IBM Corp. expects to see a rebound in the network processor market late next year, driven mainly by demand for LAN access and mobile phone base stations -- a forecast that a company executive is likely to talk about in a speech next week.
Armando Garcia, vice president of network processors in IBM's Microelectronics division, plans to address those issues in a keynote address at the Network Processors Conference in San Jose, California, Wednesday. IBM is also expected to unveil several new initiatives surrounding its own PowerNP network processor at the show.
"He's going to talk about the market environment," said Steve Longoria, director of marketing for network processing, IBM Microelectronics, referring to Garcia's upcoming speech. "The LAN is now 100 megabit. But we see the LAN upgrading to gigabit because gigabit copper transceivers have reached the critical cost point to enable that transition."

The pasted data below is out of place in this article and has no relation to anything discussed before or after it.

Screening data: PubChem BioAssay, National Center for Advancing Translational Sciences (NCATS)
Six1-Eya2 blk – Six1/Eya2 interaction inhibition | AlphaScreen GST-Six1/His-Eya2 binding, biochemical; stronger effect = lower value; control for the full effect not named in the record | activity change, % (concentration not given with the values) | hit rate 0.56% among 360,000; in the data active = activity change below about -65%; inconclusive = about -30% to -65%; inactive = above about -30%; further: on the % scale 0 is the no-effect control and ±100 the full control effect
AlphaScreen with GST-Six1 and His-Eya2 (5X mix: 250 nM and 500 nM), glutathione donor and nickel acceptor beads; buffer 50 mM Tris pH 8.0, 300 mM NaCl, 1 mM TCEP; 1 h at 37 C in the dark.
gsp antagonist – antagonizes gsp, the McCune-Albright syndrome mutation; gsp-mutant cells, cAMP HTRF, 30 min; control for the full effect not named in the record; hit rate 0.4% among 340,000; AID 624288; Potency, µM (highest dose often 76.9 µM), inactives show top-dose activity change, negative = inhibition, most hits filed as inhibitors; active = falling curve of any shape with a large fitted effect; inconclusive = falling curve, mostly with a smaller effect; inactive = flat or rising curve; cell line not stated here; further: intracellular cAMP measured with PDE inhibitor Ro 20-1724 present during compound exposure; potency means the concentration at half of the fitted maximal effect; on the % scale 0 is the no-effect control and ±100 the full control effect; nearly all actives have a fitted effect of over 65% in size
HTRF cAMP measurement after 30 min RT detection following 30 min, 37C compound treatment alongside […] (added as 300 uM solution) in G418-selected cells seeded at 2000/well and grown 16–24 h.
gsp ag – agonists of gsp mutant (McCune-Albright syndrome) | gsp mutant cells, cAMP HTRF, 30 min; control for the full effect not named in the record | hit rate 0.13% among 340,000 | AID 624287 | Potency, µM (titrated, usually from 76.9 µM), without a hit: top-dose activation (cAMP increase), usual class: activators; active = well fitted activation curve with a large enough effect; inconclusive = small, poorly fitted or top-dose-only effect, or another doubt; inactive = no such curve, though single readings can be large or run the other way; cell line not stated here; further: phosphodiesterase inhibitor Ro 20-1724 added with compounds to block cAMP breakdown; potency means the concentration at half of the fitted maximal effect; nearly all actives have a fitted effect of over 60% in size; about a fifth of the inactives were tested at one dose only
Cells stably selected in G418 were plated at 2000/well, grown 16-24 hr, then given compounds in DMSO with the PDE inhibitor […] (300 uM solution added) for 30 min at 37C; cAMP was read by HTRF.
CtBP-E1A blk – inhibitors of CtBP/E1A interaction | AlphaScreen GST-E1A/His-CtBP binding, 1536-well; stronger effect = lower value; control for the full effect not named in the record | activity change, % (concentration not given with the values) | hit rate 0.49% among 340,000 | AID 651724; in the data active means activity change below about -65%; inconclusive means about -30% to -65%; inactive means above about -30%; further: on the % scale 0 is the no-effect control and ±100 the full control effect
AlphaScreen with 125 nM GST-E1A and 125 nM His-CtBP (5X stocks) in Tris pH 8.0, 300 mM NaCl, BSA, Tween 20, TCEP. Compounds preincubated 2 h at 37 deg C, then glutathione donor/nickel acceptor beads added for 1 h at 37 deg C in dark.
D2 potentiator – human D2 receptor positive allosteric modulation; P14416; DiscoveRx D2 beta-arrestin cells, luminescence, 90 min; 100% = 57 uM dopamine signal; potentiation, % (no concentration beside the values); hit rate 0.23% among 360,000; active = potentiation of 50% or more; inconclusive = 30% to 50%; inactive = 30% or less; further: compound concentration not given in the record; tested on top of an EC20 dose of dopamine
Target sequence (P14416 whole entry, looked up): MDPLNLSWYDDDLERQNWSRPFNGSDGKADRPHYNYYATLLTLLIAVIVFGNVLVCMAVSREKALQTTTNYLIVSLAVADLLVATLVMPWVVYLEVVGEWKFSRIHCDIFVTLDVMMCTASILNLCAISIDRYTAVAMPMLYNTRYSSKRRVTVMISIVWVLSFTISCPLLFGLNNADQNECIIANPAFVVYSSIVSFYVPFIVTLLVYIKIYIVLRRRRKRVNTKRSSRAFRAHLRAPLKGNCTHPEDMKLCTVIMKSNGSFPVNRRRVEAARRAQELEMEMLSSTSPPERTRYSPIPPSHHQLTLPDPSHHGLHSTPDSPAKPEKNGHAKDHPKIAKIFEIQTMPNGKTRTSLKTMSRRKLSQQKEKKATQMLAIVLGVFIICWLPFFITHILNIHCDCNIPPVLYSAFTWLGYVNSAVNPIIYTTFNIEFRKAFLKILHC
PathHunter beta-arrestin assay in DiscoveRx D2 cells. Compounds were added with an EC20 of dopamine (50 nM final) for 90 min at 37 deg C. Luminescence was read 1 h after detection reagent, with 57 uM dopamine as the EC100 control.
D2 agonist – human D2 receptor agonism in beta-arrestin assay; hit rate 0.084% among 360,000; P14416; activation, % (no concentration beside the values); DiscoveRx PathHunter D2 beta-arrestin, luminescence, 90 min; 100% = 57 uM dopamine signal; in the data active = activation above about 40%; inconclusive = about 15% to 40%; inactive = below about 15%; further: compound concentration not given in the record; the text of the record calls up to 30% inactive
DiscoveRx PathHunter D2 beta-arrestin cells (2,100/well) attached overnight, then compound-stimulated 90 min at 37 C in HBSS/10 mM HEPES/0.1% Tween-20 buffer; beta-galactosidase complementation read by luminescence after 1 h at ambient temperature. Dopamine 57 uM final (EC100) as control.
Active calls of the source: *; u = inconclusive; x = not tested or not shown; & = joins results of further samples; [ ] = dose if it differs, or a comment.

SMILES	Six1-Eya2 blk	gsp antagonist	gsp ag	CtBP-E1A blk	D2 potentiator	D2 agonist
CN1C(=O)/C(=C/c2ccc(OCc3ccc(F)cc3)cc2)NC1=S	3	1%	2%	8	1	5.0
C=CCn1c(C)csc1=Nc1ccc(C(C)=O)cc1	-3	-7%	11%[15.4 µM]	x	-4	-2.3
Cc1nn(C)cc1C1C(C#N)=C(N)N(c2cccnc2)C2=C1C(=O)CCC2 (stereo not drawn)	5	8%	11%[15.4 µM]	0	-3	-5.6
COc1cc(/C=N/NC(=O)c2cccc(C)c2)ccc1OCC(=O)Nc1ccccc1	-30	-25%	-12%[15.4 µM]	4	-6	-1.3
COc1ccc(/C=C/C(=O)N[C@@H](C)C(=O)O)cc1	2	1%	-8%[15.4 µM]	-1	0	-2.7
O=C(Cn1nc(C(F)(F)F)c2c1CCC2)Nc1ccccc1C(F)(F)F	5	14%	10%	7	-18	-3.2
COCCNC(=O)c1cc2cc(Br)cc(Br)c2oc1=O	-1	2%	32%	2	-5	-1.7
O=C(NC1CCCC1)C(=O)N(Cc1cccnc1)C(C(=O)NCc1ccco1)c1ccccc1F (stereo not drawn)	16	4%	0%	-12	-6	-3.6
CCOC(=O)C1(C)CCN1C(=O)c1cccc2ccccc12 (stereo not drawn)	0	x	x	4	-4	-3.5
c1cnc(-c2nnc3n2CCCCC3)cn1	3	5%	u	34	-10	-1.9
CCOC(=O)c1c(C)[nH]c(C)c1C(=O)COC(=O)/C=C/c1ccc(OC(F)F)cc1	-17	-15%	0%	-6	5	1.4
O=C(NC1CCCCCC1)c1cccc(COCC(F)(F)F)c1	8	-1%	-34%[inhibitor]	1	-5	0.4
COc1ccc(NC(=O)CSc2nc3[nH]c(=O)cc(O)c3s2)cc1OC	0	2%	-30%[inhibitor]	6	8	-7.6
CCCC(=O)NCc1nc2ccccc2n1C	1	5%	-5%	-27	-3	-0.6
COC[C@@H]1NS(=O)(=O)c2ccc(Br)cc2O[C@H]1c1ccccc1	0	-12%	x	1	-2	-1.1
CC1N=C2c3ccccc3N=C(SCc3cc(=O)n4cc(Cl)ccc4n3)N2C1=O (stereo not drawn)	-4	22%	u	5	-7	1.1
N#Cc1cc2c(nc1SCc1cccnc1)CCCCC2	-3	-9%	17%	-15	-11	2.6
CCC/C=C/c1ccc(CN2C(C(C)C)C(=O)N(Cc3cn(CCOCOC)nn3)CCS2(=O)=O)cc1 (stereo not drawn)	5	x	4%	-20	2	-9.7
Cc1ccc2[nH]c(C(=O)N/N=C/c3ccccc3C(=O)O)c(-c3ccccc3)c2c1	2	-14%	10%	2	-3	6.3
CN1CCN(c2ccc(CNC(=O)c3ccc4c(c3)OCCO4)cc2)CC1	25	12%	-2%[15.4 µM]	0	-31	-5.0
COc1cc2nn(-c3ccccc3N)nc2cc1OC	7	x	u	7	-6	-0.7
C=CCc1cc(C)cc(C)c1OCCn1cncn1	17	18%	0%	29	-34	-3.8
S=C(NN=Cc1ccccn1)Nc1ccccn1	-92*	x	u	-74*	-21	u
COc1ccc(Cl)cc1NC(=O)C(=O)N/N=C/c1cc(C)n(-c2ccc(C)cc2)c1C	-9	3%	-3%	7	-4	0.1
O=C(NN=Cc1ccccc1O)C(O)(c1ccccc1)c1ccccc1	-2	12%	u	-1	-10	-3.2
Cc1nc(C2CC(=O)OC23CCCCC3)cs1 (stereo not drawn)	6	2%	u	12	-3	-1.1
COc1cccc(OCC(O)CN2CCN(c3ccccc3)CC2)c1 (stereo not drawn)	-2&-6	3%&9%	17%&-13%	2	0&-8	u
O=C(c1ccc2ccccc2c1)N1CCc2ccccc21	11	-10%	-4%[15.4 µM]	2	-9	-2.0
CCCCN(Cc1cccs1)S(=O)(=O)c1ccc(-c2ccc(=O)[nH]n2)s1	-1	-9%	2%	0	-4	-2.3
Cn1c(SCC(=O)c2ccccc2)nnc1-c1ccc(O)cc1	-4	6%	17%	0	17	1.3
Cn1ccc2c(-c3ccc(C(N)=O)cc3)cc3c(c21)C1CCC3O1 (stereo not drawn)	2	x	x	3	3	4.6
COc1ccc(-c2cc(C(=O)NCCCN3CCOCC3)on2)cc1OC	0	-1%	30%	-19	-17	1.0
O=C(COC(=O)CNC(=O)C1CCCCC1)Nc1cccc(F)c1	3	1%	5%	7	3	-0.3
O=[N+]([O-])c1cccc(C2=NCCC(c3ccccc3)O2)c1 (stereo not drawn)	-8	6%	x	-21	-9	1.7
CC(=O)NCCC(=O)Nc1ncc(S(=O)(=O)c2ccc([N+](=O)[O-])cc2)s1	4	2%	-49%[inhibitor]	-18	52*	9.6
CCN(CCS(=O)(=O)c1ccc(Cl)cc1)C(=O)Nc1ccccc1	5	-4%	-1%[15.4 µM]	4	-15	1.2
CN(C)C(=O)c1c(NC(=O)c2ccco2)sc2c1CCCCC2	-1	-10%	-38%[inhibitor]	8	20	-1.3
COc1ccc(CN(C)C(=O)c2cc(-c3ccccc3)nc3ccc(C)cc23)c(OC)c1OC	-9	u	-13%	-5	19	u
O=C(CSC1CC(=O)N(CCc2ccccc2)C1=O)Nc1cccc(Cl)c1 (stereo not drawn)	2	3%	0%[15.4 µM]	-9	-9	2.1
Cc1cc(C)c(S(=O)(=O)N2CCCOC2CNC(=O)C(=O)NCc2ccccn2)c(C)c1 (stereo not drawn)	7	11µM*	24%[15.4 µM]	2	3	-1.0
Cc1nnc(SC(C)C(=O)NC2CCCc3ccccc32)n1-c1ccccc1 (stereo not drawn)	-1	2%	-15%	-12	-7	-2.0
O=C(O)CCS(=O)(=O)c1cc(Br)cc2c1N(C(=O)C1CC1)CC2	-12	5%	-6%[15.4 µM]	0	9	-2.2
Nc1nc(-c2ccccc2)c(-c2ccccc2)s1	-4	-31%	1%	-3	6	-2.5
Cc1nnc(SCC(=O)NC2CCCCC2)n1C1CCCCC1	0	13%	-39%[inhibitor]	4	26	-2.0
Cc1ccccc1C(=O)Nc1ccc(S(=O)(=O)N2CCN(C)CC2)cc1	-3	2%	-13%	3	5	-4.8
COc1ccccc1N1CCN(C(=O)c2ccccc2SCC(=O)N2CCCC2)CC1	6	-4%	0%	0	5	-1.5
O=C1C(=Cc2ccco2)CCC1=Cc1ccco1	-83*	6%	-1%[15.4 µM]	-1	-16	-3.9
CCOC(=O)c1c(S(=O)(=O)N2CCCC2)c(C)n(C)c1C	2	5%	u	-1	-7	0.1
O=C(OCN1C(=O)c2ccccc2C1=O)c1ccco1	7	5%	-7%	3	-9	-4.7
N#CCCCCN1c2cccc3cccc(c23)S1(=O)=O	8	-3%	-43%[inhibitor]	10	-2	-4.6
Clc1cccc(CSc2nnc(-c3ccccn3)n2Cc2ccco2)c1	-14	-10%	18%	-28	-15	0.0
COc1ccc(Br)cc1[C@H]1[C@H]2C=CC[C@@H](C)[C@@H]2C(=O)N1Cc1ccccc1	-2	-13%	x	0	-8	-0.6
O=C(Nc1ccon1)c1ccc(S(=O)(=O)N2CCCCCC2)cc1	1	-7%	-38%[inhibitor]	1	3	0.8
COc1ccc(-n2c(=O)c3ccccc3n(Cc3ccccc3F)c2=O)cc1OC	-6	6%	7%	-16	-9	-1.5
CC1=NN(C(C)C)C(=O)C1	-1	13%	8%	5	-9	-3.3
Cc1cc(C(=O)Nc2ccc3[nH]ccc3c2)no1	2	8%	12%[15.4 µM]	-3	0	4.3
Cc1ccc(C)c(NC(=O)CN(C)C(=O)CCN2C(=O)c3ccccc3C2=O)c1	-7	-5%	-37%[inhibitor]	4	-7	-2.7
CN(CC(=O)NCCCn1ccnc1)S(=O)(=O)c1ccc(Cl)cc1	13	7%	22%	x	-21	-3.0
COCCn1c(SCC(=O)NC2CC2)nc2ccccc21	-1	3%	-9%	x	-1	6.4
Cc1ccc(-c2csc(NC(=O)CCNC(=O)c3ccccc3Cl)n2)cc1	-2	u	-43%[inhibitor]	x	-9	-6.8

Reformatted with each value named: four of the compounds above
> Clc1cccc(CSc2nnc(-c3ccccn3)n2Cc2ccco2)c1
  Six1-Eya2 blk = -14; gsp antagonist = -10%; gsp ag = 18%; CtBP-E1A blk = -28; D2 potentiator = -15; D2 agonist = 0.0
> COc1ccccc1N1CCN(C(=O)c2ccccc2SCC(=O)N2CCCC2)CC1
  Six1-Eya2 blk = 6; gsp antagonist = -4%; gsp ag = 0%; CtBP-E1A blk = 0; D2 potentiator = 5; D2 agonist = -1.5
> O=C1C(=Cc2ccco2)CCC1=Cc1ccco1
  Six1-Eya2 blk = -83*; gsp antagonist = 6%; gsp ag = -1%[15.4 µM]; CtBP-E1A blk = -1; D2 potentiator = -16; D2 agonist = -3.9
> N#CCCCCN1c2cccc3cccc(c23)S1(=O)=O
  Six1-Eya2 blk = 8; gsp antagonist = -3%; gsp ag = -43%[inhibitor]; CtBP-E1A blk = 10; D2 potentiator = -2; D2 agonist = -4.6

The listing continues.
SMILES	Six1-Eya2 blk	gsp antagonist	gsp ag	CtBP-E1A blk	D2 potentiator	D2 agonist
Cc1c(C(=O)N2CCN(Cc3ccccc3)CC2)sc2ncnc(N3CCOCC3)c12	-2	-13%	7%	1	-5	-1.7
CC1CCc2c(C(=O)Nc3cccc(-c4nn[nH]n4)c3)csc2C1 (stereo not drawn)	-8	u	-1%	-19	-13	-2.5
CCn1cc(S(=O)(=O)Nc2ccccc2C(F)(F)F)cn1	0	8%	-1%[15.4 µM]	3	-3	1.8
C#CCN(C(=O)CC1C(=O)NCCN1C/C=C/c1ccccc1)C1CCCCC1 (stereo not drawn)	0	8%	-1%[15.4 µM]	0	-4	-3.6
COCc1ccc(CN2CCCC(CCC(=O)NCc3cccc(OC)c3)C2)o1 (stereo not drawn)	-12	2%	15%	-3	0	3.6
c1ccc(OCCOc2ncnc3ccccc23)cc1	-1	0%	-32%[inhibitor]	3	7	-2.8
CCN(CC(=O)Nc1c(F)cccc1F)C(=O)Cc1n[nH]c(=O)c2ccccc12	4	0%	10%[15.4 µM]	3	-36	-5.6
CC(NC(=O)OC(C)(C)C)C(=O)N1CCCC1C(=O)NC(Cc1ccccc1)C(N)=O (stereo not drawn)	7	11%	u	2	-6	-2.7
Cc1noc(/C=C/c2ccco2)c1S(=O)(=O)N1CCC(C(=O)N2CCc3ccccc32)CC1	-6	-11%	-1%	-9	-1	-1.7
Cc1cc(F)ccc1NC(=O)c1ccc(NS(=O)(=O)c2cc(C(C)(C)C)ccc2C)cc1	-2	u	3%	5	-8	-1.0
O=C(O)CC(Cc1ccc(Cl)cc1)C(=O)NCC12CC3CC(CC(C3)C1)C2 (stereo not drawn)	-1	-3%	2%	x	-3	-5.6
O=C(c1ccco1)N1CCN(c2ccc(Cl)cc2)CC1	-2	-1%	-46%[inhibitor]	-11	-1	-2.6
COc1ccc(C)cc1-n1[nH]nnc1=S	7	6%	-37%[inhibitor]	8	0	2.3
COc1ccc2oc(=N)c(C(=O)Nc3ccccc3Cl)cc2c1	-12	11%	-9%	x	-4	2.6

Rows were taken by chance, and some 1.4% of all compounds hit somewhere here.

There also are more demands on networks now than in the past. "They're being asked to do things servers used to do, such as having more intelligence in load balancing," Longoria said. "We see that as creating opportunities for network processors."
Third-generation (3G) cellular stations will be another factor in the rebound, Garcia is expected to say. "It has been delayed by about a year, and we think 3G will start to be deployed in the middle of next year, causing a ripple effect," Longoria said.
The WAN (wide area network) market will be the last to pick up, with the OC-192, or 10-Gigabit Ethernet, lagging until at least 2004, Garcia is expected to say. "We'll see modest, if any, recovery in the OC-192 space before 2004, especially in the (network processing) space," Longoria said.
IBM is also expected to extend its developers support program to cover the PowerNP processor, as well as to make a software developer's tool kit and hardware reference platform available. The company is also expected to announce two new low-end, low-power processors, as well as a new version of its PowerNP NP4GS3 processor.
The Network Processors Conference is in San Jose Tuesday through Thursday of next week. More information can be found on the Web at http://www.networkprocessors.com/.